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Establishing aluminium contact allergy.

Siemund, Ingrid LU ; Zimerson, Erik LU ; Hindsén, Monica LU and Bruze, Magnus LU (2012) In Contact Dermatitis 67(3). p.162-170
Abstract
Background:

Traditionally, contact allergy to aluminium has been established by patch testing with aluminium chloride hexahydrate in petrolatum at 2.0% and an empty Finn Chamber®.



Objectives:

The aim of this study was to investigate different aluminium test preparations regarding an optimal compound and an optimal test concentration. Methods. Six different aluminium compounds and an empty Finn Chamber® were used to patch test 21 patients with aluminium contact allergy. Aluminium chloride hexahydrate in saline was used for intracutaneous injection of 19 patients.



Results:

One test preparation, aluminium lactate 2.4%, was found to show significantly more positive patch test... (More)
Background:

Traditionally, contact allergy to aluminium has been established by patch testing with aluminium chloride hexahydrate in petrolatum at 2.0% and an empty Finn Chamber®.



Objectives:

The aim of this study was to investigate different aluminium test preparations regarding an optimal compound and an optimal test concentration. Methods. Six different aluminium compounds and an empty Finn Chamber® were used to patch test 21 patients with aluminium contact allergy. Aluminium chloride hexahydrate in saline was used for intracutaneous injection of 19 patients.



Results:

One test preparation, aluminium lactate 2.4%, was found to show significantly more positive patch test reactions than aluminium chloride hexahydrate 2.0% (p = 0.03). Aluminium chloride hexahydrate at 10.0% pet. gave the highest number of positive reactions to aluminium [14/21 (67%)]. No positive reactions were noted to an empty Finn Chamber®, and 3 of 19 (16%) patients reacted positively to the intradermal test.



Conclusions:

The results of this study indicate that patch testing with aluminium chloride hexahydrate 2.0%, with an empty Finn Chamber® and the intradermal test with the salt and doses used are insufficient methods to detect contact allergy to aluminium. Aluminium chloride hexahydrate at 10.0% gave the highest number of positive reactions to aluminium. (Less)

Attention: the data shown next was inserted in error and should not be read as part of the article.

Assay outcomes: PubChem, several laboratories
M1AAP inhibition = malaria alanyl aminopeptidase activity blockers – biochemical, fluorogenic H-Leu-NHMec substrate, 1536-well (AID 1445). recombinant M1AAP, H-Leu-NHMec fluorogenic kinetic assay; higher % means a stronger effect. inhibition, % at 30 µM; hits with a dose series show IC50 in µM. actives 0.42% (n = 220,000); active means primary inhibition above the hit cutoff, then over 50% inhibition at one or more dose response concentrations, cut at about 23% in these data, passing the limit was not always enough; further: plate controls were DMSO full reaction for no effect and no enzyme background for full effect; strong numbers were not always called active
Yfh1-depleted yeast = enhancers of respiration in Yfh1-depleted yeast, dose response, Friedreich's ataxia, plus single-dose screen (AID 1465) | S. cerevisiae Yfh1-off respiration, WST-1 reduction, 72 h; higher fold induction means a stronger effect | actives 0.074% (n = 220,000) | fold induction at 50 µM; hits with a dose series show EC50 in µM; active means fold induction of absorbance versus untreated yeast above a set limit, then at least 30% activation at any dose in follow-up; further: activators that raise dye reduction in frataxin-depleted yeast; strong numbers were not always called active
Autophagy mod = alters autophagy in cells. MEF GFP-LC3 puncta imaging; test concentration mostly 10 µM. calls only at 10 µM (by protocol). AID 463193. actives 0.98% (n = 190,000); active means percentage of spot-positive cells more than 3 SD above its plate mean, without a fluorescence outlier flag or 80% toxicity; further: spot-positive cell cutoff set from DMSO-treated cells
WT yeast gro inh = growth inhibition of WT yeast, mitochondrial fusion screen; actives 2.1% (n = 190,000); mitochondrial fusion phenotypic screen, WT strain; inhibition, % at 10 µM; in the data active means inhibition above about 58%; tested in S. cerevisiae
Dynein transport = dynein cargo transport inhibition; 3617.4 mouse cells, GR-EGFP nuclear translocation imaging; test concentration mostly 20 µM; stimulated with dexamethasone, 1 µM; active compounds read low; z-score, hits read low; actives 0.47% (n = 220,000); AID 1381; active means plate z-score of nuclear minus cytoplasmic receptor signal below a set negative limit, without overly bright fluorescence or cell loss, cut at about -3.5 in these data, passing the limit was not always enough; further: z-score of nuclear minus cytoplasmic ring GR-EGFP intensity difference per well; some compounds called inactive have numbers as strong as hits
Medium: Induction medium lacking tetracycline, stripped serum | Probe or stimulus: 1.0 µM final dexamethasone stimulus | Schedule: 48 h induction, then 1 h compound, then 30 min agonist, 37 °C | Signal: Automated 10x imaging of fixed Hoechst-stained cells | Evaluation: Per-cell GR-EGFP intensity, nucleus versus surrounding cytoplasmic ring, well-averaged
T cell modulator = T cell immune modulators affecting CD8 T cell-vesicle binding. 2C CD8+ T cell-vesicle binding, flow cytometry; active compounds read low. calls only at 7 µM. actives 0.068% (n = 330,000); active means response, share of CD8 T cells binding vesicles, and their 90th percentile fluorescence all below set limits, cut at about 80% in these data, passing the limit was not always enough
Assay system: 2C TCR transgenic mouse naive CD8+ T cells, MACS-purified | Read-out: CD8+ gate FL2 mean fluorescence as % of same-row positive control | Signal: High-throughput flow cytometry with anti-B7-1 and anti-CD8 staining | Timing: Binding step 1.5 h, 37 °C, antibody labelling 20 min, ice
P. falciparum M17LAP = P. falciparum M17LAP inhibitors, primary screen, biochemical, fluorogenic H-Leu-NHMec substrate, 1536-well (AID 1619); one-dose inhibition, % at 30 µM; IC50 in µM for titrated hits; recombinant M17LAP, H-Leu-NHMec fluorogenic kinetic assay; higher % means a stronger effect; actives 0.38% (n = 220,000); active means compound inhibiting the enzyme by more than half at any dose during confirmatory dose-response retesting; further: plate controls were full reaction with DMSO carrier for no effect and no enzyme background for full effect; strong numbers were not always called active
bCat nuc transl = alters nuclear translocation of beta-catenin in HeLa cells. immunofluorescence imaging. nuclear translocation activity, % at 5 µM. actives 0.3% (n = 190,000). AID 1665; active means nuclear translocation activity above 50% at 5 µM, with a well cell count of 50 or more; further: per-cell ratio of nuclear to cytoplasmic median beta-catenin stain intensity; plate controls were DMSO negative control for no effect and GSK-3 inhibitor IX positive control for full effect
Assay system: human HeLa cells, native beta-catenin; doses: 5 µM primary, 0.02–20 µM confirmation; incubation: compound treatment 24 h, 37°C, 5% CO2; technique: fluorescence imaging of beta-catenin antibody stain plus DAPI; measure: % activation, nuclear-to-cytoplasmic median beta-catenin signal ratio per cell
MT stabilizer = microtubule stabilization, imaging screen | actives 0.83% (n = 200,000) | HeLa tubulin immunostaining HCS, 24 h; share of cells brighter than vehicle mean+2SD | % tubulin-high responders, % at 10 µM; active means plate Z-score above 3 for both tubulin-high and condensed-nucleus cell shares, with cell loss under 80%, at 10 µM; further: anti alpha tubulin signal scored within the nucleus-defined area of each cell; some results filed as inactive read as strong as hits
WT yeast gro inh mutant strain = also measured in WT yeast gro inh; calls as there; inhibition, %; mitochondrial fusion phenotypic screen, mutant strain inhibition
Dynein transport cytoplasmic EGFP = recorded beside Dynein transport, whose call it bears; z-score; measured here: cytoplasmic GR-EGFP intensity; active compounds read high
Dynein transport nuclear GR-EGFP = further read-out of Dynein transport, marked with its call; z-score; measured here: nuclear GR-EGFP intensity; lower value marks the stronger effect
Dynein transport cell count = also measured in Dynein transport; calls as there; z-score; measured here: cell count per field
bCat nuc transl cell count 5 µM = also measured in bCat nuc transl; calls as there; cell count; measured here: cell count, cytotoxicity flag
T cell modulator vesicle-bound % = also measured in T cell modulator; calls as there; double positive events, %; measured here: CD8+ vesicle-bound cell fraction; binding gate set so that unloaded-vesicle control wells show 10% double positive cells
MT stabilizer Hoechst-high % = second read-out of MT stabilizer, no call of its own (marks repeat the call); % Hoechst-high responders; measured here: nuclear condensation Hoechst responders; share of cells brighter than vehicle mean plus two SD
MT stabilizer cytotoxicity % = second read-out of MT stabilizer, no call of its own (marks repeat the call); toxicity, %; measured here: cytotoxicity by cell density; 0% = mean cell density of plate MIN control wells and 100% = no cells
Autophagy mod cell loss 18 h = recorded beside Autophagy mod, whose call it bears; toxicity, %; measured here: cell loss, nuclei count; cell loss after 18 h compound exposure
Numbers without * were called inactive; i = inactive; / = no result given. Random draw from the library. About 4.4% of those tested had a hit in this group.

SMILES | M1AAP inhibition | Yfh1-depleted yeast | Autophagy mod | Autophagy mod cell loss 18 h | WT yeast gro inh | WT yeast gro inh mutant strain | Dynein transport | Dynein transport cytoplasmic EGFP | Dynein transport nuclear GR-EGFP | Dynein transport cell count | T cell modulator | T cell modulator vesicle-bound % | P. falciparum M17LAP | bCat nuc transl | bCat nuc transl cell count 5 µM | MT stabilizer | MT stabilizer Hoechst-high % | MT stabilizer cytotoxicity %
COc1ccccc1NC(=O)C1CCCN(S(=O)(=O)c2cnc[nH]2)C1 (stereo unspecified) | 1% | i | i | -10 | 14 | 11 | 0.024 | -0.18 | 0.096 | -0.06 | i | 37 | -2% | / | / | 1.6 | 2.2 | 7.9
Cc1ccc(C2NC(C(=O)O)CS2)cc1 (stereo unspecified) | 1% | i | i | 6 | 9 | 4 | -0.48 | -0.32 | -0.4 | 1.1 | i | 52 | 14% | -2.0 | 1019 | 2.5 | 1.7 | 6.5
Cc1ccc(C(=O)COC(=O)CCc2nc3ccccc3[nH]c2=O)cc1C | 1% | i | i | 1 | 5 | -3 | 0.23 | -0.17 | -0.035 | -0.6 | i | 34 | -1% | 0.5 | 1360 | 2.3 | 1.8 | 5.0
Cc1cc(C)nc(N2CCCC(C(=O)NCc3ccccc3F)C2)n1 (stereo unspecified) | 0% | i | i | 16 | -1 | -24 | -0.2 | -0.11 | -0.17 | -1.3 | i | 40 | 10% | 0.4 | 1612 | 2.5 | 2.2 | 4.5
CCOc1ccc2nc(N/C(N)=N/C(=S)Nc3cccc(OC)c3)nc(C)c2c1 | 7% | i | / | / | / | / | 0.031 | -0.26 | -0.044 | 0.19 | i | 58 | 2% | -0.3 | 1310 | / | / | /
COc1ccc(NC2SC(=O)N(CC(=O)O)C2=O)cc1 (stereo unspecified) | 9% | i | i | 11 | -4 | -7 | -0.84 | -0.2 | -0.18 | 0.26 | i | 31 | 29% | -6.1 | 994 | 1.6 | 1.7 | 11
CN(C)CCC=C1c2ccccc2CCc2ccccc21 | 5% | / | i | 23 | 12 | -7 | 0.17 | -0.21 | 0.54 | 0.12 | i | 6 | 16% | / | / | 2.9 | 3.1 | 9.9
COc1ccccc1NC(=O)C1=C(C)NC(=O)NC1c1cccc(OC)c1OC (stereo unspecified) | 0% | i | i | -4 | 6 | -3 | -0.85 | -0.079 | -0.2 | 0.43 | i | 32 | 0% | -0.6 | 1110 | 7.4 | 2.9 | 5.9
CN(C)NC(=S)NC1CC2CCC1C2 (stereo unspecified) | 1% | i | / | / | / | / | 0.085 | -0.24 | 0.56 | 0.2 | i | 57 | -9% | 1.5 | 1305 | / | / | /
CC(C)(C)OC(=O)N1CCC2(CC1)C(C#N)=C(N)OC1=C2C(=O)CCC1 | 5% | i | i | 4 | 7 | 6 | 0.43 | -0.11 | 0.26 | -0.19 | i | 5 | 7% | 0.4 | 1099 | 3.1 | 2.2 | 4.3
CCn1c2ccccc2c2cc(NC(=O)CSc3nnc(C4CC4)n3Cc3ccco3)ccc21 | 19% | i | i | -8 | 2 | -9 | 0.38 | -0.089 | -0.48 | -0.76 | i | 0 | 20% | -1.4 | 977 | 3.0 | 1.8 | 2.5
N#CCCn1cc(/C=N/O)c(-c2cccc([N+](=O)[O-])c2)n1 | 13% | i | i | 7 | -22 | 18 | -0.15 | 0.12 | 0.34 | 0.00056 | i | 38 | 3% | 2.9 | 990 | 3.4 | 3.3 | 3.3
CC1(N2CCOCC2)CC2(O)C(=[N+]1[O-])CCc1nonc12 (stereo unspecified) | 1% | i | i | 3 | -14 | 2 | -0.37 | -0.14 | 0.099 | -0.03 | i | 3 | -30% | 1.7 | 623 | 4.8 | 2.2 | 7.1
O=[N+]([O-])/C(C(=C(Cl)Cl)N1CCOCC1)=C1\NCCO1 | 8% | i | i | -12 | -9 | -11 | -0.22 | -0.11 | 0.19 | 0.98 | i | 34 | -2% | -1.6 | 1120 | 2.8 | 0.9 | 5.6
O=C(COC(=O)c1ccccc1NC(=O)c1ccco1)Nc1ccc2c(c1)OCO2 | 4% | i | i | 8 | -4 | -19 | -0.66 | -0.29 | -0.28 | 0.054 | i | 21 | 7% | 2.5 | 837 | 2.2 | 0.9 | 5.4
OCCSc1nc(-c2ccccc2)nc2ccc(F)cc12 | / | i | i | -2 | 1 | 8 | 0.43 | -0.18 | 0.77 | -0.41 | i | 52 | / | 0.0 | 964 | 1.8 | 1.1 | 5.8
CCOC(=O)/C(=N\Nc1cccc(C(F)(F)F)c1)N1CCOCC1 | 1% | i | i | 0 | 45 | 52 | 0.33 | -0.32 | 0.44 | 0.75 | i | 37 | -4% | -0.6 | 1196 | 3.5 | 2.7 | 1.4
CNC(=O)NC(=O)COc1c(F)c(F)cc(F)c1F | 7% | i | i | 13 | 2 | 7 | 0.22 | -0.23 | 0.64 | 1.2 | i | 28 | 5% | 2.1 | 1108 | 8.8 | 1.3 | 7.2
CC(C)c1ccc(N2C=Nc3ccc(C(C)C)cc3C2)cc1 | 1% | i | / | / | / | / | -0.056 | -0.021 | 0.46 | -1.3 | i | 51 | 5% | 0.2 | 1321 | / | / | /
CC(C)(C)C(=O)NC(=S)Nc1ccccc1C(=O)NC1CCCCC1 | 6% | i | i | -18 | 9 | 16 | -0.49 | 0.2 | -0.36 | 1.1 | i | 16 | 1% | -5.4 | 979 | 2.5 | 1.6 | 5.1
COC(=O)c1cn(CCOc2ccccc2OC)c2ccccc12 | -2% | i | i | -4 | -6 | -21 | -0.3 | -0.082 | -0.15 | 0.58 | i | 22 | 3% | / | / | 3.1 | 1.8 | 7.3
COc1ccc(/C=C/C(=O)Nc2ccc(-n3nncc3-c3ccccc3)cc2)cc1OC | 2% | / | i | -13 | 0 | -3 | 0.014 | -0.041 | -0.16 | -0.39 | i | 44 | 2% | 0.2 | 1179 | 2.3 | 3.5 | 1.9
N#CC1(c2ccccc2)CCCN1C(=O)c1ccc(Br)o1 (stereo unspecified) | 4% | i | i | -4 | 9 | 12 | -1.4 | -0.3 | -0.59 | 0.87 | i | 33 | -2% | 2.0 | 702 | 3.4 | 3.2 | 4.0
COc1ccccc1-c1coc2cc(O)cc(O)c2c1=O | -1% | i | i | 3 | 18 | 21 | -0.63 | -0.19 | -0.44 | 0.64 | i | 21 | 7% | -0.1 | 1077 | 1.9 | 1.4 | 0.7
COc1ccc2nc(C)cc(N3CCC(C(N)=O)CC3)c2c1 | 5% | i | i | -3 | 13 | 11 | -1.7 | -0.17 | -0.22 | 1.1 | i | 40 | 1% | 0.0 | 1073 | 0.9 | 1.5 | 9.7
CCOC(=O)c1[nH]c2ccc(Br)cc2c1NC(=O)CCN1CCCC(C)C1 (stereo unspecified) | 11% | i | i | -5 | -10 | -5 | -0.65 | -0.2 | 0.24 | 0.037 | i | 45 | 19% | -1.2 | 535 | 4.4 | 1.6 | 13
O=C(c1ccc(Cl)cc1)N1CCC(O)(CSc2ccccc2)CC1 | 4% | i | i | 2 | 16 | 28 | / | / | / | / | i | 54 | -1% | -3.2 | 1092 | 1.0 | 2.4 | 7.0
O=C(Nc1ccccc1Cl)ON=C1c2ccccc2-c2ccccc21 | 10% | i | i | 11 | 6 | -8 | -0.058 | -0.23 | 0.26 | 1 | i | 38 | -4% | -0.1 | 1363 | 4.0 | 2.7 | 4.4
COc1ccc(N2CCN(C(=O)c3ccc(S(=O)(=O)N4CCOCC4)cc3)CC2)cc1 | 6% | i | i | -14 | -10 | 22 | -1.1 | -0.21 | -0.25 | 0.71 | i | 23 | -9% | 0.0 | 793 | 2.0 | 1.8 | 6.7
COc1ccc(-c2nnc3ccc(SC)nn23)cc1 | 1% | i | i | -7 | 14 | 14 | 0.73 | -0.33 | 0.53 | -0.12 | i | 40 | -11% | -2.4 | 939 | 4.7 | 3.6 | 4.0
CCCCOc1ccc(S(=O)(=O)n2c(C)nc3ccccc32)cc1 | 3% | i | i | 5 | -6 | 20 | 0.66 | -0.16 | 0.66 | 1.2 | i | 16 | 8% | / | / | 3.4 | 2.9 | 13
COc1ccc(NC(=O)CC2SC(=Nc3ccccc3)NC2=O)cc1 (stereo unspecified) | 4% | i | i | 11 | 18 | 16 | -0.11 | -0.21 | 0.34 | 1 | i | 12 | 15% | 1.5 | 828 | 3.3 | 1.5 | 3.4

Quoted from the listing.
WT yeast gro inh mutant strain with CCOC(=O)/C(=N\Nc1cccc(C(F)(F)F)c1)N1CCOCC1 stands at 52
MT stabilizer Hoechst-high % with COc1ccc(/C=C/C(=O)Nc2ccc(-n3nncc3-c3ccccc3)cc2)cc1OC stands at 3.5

Please use this url to cite or link to this publication:
author
organization
publishing date
type
Contribution to journal
publication status
published
subject
in
Contact Dermatitis
volume
67
issue
3
pages
162 - 170
publisher
Federation of European Neuroscience Societies and Blackwell Publishing Ltd
external identifiers
  • wos:000307846500007
  • pmid:22594839
  • scopus:84865240313
ISSN
0105-1873
DOI
10.1111/j.1600-0536.2012.02084.x
language
English
LU publication?
yes
id
e8d09e4d-f5b0-49e4-b2dc-47ec0e7ca083 (old id 2608770)
alternative location
http://www.ncbi.nlm.nih.gov/pubmed/22594839?dopt=Abstract
date added to LUP
2012-06-03 19:09:29
date last changed
2017-11-05 04:41:57
@article{e8d09e4d-f5b0-49e4-b2dc-47ec0e7ca083,
  abstract     = {Background:<br/><br>
Traditionally, contact allergy to aluminium has been established by patch testing with aluminium chloride hexahydrate in petrolatum at 2.0% and an empty Finn Chamber®. <br/><br>
<br/><br>
Objectives:<br/><br>
The aim of this study was to investigate different aluminium test preparations regarding an optimal compound and an optimal test concentration. Methods. Six different aluminium compounds and an empty Finn Chamber® were used to patch test 21 patients with aluminium contact allergy. Aluminium chloride hexahydrate in saline was used for intracutaneous injection of 19 patients. <br/><br>
<br/><br>
Results:<br/><br>
One test preparation, aluminium lactate 2.4%, was found to show significantly more positive patch test reactions than aluminium chloride hexahydrate 2.0% (p = 0.03). Aluminium chloride hexahydrate at 10.0% pet. gave the highest number of positive reactions to aluminium [14/21 (67%)]. No positive reactions were noted to an empty Finn Chamber®, and 3 of 19 (16%) patients reacted positively to the intradermal test. <br/><br>
<br/><br>
Conclusions:<br/><br>
The results of this study indicate that patch testing with aluminium chloride hexahydrate 2.0%, with an empty Finn Chamber® and the intradermal test with the salt and doses used are insufficient methods to detect contact allergy to aluminium. Aluminium chloride hexahydrate at 10.0% gave the highest number of positive reactions to aluminium.},
  author       = {Siemund, Ingrid and Zimerson, Erik and Hindsén, Monica and Bruze, Magnus},
  issn         = {0105-1873},
  language     = {eng},
  number       = {3},
  pages        = {162--170},
  publisher    = {Federation of European Neuroscience Societies and Blackwell Publishing Ltd},
  series       = {Contact Dermatitis},
  title        = {Establishing aluminium contact allergy.},
  url          = {http://dx.doi.org/10.1111/j.1600-0536.2012.02084.x},
  volume       = {67},
  year         = {2012},
}